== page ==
Foreigners in Post-Christian Culture
A new couple came to visit Heart of Faith recently. Apparently, the husband finds this church a good safe place to worship and he felt comfortable sharing some of his personal experiences. Manny and Teresa (not their real names) started the process of adopting a child not too long ago. In an interview, they were asked if they agree with spanking or not. They explained very carefully that they see spanking as a loving way to discipline a child, as they have learned from the Bible. Both of them were excited to express not only what they believe is right but also to indirectly share their faith – holding with greater hope that this would be counted in their favor. To their dismay, that response simply ended the whole process.
This experience reminded me of what Dan Kimball wrote in his book, “They Like Jesus But Not The Church” that America has changed into a post-Christian culture. He goes on to say that “Christians are now the foreigners in a post-Christian culture, and we have got to wake up to this reality if we haven’t.”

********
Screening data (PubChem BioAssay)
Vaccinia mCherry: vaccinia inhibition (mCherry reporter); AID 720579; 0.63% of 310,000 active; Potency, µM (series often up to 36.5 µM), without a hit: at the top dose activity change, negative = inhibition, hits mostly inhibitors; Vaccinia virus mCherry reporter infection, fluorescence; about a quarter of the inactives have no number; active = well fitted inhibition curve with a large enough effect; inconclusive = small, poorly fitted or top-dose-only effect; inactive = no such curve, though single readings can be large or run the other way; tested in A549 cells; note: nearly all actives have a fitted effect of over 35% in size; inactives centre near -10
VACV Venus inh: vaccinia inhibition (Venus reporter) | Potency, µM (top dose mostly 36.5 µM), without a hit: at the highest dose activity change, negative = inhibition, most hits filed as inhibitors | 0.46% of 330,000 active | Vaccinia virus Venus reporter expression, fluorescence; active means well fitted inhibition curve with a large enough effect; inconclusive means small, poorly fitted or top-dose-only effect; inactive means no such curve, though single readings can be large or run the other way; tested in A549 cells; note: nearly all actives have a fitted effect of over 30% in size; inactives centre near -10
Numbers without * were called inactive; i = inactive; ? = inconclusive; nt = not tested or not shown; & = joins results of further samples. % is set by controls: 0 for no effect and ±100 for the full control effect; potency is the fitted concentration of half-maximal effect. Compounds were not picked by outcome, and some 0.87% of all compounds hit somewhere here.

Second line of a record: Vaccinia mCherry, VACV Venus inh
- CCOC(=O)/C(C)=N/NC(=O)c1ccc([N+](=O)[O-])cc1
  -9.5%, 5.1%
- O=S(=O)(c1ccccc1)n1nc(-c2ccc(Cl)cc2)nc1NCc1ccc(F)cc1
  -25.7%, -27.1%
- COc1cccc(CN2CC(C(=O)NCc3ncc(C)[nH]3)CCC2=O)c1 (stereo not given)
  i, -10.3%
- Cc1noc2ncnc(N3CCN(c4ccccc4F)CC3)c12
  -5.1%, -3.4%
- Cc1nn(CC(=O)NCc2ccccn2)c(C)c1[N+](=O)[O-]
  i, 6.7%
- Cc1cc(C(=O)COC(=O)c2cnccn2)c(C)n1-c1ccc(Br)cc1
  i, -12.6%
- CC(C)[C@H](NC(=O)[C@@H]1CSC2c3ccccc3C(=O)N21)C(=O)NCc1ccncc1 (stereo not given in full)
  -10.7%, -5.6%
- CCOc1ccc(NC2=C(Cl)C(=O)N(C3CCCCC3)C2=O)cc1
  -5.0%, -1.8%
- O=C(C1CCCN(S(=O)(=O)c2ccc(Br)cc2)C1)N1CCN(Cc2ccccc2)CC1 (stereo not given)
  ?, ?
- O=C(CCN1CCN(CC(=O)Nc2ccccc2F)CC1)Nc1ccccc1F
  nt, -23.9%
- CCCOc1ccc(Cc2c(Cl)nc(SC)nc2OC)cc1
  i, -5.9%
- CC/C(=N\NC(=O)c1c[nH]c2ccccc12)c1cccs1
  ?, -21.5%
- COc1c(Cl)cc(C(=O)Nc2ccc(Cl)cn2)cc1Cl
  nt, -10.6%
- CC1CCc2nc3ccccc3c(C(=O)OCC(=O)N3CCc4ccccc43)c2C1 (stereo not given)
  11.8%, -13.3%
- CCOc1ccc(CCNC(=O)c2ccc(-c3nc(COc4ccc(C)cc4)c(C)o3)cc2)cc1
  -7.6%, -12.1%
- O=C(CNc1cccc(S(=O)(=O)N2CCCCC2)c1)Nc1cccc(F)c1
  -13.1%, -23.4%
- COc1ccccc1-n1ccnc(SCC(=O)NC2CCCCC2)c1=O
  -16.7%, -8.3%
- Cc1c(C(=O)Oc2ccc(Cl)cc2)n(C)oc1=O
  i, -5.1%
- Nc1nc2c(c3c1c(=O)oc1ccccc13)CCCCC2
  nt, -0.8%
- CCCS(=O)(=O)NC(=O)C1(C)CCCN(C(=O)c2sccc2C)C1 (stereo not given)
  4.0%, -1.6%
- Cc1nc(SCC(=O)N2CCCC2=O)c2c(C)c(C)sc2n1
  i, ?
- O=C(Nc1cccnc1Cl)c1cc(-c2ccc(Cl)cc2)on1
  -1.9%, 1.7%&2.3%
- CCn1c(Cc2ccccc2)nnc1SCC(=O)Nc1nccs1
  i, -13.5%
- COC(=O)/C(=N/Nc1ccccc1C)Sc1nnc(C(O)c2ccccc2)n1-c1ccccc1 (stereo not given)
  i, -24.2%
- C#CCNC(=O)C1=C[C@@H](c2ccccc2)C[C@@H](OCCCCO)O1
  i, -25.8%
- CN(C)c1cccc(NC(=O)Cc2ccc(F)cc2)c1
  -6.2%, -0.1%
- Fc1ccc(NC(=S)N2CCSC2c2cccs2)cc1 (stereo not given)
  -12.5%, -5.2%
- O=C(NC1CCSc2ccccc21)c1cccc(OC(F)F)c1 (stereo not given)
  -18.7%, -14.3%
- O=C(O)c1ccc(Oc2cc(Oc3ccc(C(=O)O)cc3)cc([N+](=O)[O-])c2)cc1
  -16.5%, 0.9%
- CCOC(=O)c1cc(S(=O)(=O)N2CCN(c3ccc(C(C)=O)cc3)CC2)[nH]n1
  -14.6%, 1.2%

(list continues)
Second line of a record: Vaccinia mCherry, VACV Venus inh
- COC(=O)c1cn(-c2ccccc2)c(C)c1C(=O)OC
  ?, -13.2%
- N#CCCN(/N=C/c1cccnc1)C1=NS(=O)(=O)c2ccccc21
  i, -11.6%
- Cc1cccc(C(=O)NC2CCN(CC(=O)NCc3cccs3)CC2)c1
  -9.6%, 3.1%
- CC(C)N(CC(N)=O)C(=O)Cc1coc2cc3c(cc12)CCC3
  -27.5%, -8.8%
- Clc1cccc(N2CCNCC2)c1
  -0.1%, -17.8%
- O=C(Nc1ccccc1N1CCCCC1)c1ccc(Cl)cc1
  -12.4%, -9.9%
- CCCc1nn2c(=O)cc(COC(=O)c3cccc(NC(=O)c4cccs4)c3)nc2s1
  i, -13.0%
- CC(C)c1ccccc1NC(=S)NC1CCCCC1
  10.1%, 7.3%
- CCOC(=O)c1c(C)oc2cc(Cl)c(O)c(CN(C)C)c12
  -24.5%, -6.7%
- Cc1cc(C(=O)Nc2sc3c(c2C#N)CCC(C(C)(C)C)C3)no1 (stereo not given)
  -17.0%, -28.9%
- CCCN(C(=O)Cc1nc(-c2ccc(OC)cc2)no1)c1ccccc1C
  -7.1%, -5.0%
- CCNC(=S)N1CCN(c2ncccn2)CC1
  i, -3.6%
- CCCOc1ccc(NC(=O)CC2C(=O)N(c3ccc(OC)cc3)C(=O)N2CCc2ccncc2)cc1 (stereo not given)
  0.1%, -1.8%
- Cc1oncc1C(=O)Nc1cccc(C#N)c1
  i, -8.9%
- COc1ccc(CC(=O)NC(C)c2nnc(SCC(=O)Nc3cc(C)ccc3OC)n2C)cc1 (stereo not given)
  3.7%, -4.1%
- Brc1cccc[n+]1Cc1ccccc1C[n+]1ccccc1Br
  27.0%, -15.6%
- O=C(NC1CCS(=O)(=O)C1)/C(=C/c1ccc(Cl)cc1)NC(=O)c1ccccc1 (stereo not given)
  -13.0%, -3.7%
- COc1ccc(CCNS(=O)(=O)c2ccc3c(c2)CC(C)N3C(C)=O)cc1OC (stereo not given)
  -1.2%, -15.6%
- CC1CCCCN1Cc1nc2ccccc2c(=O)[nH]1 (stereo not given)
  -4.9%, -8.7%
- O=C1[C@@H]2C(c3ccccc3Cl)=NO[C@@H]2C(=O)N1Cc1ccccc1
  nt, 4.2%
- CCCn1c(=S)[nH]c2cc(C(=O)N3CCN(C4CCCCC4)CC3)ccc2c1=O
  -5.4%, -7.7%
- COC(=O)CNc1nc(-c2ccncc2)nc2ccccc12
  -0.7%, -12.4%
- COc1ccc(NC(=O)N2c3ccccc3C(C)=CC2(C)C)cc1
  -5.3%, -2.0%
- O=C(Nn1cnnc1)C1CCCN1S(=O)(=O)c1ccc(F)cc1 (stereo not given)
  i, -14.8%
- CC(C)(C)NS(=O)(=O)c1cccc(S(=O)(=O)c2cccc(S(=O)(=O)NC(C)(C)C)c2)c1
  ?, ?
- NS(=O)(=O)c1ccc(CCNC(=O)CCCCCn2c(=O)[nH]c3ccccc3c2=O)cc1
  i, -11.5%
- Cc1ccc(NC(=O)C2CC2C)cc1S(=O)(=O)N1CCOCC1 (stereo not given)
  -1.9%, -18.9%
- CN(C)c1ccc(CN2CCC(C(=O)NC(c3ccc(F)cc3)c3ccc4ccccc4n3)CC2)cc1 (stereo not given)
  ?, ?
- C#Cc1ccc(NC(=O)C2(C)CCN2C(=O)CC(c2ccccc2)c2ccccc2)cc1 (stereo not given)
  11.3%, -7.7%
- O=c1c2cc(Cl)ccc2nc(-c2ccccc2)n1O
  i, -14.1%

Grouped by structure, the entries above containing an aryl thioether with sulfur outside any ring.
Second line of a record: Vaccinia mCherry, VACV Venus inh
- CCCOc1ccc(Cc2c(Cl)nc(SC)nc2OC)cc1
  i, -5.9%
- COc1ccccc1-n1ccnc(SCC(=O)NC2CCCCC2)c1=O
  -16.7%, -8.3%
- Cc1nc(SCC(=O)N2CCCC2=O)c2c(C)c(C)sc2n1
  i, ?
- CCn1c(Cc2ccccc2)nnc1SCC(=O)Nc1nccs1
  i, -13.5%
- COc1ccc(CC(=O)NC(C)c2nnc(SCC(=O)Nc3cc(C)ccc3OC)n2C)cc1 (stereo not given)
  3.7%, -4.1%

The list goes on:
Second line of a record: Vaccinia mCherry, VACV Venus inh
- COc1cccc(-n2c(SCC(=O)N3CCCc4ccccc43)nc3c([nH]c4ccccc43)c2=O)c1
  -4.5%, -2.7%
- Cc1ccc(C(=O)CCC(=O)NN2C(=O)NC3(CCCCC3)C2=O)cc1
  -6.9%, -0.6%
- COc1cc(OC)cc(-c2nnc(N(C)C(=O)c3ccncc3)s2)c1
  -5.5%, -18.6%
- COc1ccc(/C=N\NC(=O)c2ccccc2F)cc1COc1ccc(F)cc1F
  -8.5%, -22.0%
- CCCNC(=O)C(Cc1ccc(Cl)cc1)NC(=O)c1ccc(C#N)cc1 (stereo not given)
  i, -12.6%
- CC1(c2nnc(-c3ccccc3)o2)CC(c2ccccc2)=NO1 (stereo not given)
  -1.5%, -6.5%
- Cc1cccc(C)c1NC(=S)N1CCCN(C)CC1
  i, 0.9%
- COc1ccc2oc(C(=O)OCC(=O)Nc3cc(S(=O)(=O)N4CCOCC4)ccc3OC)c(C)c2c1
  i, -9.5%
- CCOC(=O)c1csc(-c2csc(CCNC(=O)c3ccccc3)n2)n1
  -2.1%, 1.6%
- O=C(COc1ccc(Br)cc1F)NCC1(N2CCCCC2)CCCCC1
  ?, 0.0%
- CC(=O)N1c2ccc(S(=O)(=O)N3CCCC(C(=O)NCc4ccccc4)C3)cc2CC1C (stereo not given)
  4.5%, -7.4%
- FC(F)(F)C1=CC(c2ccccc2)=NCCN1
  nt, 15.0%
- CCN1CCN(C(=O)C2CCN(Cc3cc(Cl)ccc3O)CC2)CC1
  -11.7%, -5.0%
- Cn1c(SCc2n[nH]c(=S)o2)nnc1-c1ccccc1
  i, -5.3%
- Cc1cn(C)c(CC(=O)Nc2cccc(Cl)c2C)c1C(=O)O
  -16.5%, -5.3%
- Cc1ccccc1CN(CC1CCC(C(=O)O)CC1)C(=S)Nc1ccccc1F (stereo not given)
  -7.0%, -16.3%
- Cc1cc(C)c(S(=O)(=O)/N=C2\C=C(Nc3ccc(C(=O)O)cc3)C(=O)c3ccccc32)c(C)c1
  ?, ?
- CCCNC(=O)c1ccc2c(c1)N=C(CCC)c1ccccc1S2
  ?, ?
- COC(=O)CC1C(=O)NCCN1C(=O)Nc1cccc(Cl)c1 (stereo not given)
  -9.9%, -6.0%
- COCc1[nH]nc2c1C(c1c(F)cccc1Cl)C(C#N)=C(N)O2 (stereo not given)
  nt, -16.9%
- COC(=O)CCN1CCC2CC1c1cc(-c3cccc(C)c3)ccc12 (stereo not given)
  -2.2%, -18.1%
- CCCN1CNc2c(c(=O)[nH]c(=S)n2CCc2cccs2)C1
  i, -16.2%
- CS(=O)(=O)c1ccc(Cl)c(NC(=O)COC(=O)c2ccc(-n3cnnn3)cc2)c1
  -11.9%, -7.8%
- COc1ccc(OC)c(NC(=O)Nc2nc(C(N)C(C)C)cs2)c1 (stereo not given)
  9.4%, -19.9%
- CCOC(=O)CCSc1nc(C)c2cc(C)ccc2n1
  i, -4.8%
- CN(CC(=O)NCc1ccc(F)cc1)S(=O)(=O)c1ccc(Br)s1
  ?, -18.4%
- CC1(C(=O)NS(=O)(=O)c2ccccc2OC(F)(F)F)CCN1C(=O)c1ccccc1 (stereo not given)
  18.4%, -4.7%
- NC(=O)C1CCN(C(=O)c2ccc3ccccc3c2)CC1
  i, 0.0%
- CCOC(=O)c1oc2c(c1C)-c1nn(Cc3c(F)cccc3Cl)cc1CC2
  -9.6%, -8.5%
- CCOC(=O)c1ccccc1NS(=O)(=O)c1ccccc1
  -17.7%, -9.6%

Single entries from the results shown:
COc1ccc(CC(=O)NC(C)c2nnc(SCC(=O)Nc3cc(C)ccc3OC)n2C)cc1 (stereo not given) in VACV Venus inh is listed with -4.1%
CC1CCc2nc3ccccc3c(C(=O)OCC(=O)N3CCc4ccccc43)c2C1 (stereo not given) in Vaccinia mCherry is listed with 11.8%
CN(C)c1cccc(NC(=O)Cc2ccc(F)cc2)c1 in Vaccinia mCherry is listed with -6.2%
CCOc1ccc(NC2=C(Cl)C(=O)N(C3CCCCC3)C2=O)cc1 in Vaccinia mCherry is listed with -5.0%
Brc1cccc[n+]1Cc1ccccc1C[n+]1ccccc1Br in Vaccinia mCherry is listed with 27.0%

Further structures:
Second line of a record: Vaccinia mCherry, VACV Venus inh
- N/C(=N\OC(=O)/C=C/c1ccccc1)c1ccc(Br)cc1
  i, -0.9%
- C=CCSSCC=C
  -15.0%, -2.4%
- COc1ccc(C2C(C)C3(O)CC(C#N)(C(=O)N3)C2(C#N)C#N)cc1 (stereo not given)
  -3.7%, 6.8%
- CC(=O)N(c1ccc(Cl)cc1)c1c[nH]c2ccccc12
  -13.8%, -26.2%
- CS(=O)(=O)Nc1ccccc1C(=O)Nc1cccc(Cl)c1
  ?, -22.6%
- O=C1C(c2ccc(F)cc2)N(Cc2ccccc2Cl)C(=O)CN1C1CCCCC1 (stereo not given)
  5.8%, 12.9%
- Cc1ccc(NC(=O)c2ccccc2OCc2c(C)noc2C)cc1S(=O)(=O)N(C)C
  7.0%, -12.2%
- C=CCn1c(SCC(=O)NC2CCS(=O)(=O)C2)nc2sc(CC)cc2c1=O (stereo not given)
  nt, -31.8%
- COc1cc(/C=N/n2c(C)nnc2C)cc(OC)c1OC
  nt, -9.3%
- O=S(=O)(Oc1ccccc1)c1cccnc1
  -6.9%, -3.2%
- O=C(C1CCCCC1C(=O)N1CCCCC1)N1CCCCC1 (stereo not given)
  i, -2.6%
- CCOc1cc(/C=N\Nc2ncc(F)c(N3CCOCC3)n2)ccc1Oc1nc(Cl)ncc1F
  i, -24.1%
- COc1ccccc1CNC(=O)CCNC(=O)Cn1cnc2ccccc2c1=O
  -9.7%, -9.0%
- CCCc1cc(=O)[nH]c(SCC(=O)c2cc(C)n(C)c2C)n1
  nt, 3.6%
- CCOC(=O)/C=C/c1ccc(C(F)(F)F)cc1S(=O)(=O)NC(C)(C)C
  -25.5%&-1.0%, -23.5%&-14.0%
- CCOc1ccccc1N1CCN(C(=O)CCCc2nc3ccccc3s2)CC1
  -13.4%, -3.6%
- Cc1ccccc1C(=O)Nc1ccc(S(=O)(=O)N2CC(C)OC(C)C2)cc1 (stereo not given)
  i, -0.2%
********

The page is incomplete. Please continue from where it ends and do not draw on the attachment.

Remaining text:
America: a post-Christian culture? The Bible is no longer revered and valued. Christian faith practices are seen as narrow and uncool, yet other religions are okay! In one sense, this is not surprising because “The god of this age has blinded the minds of unbelievers, so that they cannot see the light of the gospel of the glory of Christ, who is the image of God.” (2 Corinthians 4:4). People’s lives are dictated not by what the Bible says but “What’s in it for me?” (Sadly, this could also be the unspoken question and reason why we come to church!)
This is a fierce battle for those who want to become fully devoted followers of Christ. The world’s values are so different from what Christ counts as important. And because of this, there is a strong tendency for Christians to disconnect with “unbelievers,” mingling only with like-minded people in the church.
Shouldn’t we wake up to this realization that we need to live like missionaries who have entered another culture, learning, listening and living with the people and getting a sense of how to connect them back to God?
It might also help to ask if we too are driven by “what’s in it for me?”, or do we regard what God’s Word says and “keep our finger on the text”?